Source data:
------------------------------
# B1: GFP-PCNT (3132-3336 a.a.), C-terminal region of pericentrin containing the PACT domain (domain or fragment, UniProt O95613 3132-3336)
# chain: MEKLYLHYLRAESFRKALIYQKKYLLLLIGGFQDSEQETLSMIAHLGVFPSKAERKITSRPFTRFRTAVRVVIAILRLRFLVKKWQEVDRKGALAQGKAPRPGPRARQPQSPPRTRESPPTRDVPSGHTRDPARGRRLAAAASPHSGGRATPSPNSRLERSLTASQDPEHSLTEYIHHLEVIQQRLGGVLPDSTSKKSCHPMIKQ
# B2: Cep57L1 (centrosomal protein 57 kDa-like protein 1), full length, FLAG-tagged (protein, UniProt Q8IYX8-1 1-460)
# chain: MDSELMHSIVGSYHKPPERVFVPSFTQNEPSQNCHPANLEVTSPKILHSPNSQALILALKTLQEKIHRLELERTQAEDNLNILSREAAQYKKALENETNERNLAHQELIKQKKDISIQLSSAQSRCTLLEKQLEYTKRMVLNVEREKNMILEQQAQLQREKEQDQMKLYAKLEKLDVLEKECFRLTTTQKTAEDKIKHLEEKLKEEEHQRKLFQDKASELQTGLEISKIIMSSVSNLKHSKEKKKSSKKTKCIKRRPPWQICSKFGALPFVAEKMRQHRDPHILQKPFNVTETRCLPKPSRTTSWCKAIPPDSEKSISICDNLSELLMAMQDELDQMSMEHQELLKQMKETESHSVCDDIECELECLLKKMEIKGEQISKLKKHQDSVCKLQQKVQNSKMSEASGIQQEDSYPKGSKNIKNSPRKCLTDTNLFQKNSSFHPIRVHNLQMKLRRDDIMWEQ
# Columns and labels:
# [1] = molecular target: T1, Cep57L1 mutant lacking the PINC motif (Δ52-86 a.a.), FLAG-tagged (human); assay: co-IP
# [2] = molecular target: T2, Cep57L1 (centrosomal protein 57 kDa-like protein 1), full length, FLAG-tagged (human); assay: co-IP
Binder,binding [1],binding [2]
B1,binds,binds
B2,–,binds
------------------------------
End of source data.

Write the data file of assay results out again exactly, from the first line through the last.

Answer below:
# B1: GFP-PCNT (3132-3336 a.a.), C-terminal region of pericentrin containing the PACT domain (domain or fragment, UniProt O95613 3132-3336)
# chain: MEKLYLHYLRAESFRKALIYQKKYLLLLIGGFQDSEQETLSMIAHLGVFPSKAERKITSRPFTRFRTAVRVVIAILRLRFLVKKWQEVDRKGALAQGKAPRPGPRARQPQSPPRTRESPPTRDVPSGHTRDPARGRRLAAAASPHSGGRATPSPNSRLERSLTASQDPEHSLTEYIHHLEVIQQRLGGVLPDSTSKKSCHPMIKQ
# B2: Cep57L1 (centrosomal protein 57 kDa-like protein 1), full length, FLAG-tagged (protein, UniProt Q8IYX8-1 1-460)
# chain: MDSELMHSIVGSYHKPPERVFVPSFTQNEPSQNCHPANLEVTSPKILHSPNSQALILALKTLQEKIHRLELERTQAEDNLNILSREAAQYKKALENETNERNLAHQELIKQKKDISIQLSSAQSRCTLLEKQLEYTKRMVLNVEREKNMILEQQAQLQREKEQDQMKLYAKLEKLDVLEKECFRLTTTQKTAEDKIKHLEEKLKEEEHQRKLFQDKASELQTGLEISKIIMSSVSNLKHSKEKKKSSKKTKCIKRRPPWQICSKFGALPFVAEKMRQHRDPHILQKPFNVTETRCLPKPSRTTSWCKAIPPDSEKSISICDNLSELLMAMQDELDQMSMEHQELLKQMKETESHSVCDDIECELECLLKKMEIKGEQISKLKKHQDSVCKLQQKVQNSKMSEASGIQQEDSYPKGSKNIKNSPRKCLTDTNLFQKNSSFHPIRVHNLQMKLRRDDIMWEQ
# Columns and labels:
# [1] = molecular target: T1, Cep57L1 mutant lacking the PINC motif (Δ52-86 a.a.), FLAG-tagged (human); assay: co-IP
# [2] = molecular target: T2, Cep57L1 (centrosomal protein 57 kDa-like protein 1), full length, FLAG-tagged (human); assay: co-IP
Binder,binding [1],binding [2]
B1,binds,binds
B2,–,binds